Feral Cats & Kittens

In early December 2016, I discovered that a beautiful calico mama cat and her four kittens were living behind the art building at my school.  When I saw one of my co-workers setting out a can of food for them, I got in touch with her and we began planning a way to safely trap them.

We started feeding the kitties regularly, and this allowed me to photograph them from my classroom using the telephoto lens on my camera.  From what I could tell from my pictures–and by watching them–the kittens looked very healthy.  They all were active, playful, and beautiful!

 

My friend, Kim, has experience with feral cats, and she arranged for me to borrow a number of safe traps from the local chapter of “Voices for Animals.” My co-worker and I continued to feed the kitties as we prepared for “trapping day.”

Early on Wednesday, December 14th, I placed a small amount of canned cat food in the far end of each of 5 traps,  and set them out near the feeding area.  Within an hour, I could see that two of the traps had closed!  I drove my car around to the back of the building and saw that the mama cat was in one of the traps, and an orange and white cat that I hadn’t seen before was in the other trap!  Was this unknown cat the father of the kittens?!

   

I put both of the trapped adults in my car, and after waiting about an hour (hoping to catch some of the kittens), I drove to our local SPCA.  A “no kill” shelter, CASPCA offers free spaying and neutering of feral cats, with the understanding that these kitties will be part of the “TNR” program: Trap, Neuter, Return.  TNR cats are “fixed,” receive vaccinations, have their left ear “tipped” (to indicate that they’ve been sterilized), and then returned to the area where they were trapped.

Unfortunately, most truly feral adults are simply not adoptable–and there are thousands of wonderful, adoptable cats languishing in shelters because there are not enough adopters….  At least through the TNR program, cats are returned to the area where they were trapped, no longer capable of producing kittens.  With regular feeding and simple shelters, TNR ferals usually do well.  I got the mama cat and the orange and white kitty to the SPCA early enough on Wednesday for them to have their surgeries that day.

I drove back to school, relieved to have trapped the two adults, and by early afternoon I could see that two more of the traps were closed!  YAY!  I’d trapped two of the four kittens!  I made another trip to the SPCA (after removing the remaining traps from the area to avoid catching a kitty–or something else!–that night), and these beautiful babies were accepted into a foster program.  As foster kittens, they’ll be given lots of TLC, spayed/neutered, vaccinated, socialized, and ultimately available for adoption.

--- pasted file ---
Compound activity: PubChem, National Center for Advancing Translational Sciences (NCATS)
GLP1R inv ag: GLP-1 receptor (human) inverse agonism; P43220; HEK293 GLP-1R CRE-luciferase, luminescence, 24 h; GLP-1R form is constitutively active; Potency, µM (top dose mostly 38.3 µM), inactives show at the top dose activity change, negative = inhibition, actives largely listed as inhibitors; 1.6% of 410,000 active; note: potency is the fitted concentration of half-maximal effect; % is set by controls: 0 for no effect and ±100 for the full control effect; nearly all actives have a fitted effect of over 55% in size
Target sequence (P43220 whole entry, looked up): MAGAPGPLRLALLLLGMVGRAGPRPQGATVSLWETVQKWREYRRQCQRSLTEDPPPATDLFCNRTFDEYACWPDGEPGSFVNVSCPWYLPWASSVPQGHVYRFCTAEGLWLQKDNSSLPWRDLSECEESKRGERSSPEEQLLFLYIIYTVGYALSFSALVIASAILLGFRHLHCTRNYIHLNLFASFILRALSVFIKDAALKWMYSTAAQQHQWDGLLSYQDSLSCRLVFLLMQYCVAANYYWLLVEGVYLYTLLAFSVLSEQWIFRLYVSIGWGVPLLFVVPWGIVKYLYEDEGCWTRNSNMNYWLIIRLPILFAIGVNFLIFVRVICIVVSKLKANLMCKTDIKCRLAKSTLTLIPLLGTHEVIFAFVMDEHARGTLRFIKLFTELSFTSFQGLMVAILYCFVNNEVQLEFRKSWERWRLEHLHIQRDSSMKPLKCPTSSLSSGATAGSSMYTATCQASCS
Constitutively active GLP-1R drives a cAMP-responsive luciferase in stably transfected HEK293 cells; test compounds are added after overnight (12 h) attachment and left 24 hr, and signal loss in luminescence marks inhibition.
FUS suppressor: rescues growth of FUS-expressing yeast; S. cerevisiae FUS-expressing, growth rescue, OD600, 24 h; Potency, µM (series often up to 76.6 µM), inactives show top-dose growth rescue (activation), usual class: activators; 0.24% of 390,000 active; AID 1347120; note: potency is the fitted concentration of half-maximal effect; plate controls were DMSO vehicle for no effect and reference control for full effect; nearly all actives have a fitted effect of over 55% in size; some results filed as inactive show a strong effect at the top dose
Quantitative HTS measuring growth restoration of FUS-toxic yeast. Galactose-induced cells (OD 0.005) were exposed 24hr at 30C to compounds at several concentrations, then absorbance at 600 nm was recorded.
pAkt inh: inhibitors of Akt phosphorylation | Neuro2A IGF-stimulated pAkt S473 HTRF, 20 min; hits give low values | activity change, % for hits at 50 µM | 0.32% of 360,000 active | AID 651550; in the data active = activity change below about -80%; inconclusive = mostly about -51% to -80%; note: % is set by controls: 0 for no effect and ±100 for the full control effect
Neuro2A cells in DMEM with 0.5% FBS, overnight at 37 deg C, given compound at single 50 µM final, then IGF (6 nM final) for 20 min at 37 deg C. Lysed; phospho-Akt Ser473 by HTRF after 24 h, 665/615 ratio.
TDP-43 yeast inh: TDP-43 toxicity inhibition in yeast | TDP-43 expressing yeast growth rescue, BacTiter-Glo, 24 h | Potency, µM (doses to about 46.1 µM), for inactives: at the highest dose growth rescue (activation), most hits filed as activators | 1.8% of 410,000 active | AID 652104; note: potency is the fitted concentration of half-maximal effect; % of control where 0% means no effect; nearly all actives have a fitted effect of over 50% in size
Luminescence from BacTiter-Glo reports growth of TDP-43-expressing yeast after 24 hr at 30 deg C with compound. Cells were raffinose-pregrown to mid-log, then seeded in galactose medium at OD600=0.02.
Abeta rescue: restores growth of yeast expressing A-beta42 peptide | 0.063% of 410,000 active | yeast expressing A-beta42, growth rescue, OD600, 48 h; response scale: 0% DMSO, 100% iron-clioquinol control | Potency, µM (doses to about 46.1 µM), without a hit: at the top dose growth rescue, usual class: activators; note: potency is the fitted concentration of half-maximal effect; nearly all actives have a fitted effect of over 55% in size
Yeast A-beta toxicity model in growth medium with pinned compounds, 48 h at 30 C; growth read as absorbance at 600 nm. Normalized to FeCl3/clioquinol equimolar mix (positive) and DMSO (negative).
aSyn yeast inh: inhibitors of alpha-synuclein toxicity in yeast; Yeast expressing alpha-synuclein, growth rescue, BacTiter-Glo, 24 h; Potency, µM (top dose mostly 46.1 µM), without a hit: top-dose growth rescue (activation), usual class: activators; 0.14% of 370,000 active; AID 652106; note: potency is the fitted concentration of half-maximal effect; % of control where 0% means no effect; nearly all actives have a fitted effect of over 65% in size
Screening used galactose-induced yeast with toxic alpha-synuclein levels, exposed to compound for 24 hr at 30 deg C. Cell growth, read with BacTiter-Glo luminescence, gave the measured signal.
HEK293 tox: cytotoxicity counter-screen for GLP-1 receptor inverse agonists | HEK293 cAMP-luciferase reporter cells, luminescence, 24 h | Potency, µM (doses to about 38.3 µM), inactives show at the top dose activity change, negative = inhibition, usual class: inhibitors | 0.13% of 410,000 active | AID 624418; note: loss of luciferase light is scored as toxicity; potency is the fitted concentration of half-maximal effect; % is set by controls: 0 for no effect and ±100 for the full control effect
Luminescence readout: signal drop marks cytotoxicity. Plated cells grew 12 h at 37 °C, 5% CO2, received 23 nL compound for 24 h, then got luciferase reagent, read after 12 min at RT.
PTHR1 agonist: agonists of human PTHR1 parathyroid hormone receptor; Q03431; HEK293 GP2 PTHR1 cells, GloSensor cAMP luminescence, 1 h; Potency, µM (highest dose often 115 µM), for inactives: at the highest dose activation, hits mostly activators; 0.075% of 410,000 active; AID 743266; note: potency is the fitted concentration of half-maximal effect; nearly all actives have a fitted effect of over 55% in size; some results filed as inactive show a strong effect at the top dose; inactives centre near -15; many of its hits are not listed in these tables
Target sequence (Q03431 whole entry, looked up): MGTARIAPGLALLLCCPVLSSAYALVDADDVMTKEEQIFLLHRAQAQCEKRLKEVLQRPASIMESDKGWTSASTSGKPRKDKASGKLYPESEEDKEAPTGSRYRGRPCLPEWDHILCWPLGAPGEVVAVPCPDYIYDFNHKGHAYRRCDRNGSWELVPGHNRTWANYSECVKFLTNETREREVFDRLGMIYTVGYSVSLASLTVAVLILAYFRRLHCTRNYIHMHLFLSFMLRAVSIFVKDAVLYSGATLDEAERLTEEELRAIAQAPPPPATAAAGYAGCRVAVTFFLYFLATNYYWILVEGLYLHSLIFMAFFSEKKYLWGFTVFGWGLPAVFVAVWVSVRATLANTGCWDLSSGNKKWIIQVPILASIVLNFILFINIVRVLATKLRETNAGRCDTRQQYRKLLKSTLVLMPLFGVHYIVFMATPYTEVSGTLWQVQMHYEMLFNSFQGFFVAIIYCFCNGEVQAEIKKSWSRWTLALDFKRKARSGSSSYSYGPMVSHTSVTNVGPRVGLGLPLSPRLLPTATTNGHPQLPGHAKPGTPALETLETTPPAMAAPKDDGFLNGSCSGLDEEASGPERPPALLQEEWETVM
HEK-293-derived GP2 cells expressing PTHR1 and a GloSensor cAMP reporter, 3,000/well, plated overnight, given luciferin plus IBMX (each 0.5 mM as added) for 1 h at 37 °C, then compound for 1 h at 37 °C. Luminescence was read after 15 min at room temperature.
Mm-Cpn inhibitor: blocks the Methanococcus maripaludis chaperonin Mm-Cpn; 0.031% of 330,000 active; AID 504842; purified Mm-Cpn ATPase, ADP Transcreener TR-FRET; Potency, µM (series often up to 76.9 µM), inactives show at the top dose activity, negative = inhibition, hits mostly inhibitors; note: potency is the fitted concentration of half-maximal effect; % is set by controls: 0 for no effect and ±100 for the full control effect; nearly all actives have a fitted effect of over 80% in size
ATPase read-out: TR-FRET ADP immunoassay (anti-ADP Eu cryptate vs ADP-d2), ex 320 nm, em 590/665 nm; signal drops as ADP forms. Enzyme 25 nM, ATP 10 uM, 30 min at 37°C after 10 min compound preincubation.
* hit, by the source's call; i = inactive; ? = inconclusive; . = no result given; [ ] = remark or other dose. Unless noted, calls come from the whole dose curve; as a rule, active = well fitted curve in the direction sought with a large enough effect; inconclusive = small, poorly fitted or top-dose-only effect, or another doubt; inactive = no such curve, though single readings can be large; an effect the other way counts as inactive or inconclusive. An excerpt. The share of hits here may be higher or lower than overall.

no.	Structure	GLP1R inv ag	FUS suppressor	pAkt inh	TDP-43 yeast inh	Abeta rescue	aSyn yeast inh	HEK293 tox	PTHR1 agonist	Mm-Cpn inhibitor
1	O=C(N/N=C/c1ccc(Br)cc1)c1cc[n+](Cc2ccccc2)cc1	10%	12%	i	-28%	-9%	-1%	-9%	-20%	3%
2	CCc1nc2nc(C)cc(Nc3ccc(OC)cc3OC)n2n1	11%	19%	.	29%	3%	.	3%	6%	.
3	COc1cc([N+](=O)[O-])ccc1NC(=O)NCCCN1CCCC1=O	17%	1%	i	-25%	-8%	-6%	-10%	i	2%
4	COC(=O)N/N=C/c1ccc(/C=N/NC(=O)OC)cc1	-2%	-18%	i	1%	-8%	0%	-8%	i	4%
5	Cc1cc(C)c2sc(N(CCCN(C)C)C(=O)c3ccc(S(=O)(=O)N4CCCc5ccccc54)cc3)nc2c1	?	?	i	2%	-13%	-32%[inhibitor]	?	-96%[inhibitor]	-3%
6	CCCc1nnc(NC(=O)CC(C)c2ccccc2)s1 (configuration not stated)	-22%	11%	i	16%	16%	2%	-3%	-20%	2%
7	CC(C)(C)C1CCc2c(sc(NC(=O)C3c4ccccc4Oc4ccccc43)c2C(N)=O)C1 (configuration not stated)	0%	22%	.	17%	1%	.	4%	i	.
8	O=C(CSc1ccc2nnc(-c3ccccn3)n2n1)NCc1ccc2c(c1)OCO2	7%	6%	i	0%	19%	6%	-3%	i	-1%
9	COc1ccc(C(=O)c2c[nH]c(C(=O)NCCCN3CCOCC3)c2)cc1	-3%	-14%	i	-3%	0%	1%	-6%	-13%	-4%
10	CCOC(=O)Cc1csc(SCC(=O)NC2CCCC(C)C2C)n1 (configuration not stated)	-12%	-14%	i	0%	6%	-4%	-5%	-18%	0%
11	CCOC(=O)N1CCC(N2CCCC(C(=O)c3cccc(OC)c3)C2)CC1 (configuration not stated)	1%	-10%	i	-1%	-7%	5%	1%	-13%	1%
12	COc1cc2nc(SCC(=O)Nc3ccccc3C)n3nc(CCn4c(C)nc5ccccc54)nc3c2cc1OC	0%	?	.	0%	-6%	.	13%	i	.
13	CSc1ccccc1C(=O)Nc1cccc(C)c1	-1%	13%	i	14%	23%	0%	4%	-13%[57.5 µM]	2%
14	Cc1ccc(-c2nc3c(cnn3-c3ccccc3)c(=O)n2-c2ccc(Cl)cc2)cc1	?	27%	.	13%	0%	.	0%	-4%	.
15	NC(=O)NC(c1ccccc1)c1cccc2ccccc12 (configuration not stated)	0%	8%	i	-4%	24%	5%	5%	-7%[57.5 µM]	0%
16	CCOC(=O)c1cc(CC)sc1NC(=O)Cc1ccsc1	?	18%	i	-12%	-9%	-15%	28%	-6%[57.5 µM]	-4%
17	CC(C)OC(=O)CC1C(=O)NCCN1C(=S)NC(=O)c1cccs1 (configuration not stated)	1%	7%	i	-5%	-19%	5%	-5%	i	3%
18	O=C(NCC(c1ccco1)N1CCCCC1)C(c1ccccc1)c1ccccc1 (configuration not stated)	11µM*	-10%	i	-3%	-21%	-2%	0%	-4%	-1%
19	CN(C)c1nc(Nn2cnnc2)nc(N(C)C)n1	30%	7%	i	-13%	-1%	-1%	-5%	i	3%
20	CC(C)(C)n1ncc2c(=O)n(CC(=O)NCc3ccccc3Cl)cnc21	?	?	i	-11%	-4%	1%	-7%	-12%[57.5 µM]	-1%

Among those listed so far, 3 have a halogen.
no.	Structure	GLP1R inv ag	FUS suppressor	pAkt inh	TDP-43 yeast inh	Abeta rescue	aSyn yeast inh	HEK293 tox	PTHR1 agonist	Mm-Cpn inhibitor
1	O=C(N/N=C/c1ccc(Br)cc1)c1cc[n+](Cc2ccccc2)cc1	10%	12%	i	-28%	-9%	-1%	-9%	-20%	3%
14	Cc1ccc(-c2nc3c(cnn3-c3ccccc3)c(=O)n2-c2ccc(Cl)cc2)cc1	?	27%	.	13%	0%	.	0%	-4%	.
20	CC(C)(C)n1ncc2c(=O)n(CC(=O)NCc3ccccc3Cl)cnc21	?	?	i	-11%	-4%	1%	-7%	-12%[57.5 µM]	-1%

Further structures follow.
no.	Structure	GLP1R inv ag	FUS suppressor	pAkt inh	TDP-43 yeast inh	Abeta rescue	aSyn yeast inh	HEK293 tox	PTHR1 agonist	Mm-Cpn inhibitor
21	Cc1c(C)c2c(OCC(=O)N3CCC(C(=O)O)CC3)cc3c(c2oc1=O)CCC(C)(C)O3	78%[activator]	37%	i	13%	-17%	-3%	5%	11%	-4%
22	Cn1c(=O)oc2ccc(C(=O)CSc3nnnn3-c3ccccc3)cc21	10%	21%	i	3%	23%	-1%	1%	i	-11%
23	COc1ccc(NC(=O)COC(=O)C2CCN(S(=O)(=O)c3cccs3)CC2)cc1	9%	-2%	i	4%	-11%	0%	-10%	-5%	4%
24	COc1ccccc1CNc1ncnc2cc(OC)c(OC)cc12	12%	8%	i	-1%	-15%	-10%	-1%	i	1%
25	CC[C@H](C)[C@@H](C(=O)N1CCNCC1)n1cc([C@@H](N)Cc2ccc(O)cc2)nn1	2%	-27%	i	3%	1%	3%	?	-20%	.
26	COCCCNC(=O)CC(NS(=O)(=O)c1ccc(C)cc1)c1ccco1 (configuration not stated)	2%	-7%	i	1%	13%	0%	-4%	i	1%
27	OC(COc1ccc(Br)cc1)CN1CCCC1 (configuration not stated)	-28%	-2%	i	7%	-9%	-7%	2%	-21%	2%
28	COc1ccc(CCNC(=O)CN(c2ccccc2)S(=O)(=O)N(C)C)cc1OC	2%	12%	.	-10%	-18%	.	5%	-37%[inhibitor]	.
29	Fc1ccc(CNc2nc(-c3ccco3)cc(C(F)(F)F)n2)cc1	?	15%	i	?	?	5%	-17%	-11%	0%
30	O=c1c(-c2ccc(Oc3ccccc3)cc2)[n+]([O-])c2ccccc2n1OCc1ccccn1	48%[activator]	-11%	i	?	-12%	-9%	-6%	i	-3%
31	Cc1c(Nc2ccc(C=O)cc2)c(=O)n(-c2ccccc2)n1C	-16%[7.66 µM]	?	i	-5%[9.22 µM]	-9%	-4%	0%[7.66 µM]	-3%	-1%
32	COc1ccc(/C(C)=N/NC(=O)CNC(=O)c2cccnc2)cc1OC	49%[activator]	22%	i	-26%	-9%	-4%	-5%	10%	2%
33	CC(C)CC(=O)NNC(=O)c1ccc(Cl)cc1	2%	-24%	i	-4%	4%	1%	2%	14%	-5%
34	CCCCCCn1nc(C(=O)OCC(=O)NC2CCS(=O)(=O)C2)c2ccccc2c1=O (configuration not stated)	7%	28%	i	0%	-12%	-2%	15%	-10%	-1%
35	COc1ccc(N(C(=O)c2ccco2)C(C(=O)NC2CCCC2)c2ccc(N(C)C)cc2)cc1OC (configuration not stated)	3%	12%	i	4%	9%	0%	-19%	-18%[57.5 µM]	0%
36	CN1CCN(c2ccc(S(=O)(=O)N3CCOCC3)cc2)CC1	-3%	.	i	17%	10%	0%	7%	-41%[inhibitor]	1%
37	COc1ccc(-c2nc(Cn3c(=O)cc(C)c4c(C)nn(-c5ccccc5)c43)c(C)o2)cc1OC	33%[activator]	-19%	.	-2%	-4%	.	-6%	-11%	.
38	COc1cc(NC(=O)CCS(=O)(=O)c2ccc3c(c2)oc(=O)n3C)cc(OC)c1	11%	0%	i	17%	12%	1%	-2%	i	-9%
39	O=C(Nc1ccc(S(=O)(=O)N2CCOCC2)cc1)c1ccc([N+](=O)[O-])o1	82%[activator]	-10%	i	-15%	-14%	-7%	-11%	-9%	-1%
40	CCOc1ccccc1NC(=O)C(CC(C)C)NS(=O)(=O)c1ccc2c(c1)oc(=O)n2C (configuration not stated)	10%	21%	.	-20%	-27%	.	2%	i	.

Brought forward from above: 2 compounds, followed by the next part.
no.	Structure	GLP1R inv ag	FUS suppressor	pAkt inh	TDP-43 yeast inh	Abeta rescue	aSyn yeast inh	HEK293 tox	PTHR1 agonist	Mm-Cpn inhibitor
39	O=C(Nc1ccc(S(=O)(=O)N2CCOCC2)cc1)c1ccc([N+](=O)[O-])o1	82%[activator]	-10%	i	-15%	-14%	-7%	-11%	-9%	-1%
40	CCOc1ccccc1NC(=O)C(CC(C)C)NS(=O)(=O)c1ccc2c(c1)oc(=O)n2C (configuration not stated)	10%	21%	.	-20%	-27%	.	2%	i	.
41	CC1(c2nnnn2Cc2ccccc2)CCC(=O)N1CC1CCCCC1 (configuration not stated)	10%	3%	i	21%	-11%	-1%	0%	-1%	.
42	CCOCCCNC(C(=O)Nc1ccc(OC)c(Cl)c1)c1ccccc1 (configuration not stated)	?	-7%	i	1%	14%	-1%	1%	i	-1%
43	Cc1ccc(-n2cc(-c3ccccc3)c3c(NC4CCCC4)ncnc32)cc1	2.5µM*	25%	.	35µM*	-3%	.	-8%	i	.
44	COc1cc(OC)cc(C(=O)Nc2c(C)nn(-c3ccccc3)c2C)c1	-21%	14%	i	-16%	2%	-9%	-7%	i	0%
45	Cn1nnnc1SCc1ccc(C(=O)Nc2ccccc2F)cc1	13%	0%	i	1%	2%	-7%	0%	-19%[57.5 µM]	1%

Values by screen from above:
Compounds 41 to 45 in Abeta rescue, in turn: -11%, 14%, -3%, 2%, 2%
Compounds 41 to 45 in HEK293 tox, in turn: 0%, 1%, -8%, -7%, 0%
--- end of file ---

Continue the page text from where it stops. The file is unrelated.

At this point I should note that if situations were different, I would have gladly brought all four of the kittens home with me instead of taking them to the SPCA.   Yes, I’m a “crazy cat lady.”  I got my first kitten, Missy, when I was five years old, and there have been few times in my life when I haven’t had at least one cat….

In 1964 (when the picture below was taken), Missy was primarily inside, though she went outside some during the day.  Now, however, all of my cats are inside, exclusively, and I’ve had as many as eight under roof at one time when my sons lived here with their cats!

And a bit more of the back story: On November 14th, exactly one month before trapping these kitties, I lost Kai, one of my four elderly cats.  I’d adopted him and two of his siblings from a shelter in 2002, and his death was completely unexpected.  It still hurts, but I like to think that my love for ALL cats–including ferals and shelter cats–is part of my beautiful Kai’s legacy….

  

Sadly, all of my remaining old ones have health issues.  It wouldn’t have been good for them to deal with 4 rambunctious, mostly-wild kittens, and it also wouldn’t have been fair to expose the kittens to some of the illnesses that my elderly cats have.  I knew this (and still know it), but I have to admit that I had an especially hard time surrendering the little calico baby I’d trapped.  I hope she finds a wonderful–truly WONDERFUL–loving home!  <3

On Thursday, December 15th, I set out the traps again, feeling somewhat desperate about catching the remaining two kittens.  With their mama cat and their siblings gone–and with temperatures forecast to plummet into the low teens that night–I REALLY wanted to trap them!

Just before my second exam period of the day (all of this was happening during exam week at school, by the way!)–I could see that two of the traps were closed.  I asked my students to watch from the windows while I drove around to the back of the building.  YAY!!!  Two kittens!!

I put them in my car, drove around to the front of the building, and my students helped me carry them upstairs to the classroom.  (It was already really cold outside, and I didn’t want to leave them in their traps in my car since they couldn’t move around much to keep warm.) We placed them on a table and covered the traps with blankets while the kids took their semester tests.  It was a very quiet room, interrupted by the occasional “meow.” 🙂

 

As soon as the students were done, we carried the traps back to my car and I headed–again–to the SPCA.  These two kittens would join their siblings at the foster mom’s house, and I needed to pick up the two adults who’d had their surgeries the day before. I’d paid to board them at the SPCA on Wednesday night, but there was no space available for them to be kept another night.  I REALLY didn’t want to release the female that evening since it was supposed to be so cold–but to my surprise, the orange and white cat that I’d assumed was the “baby daddy” was a female, too!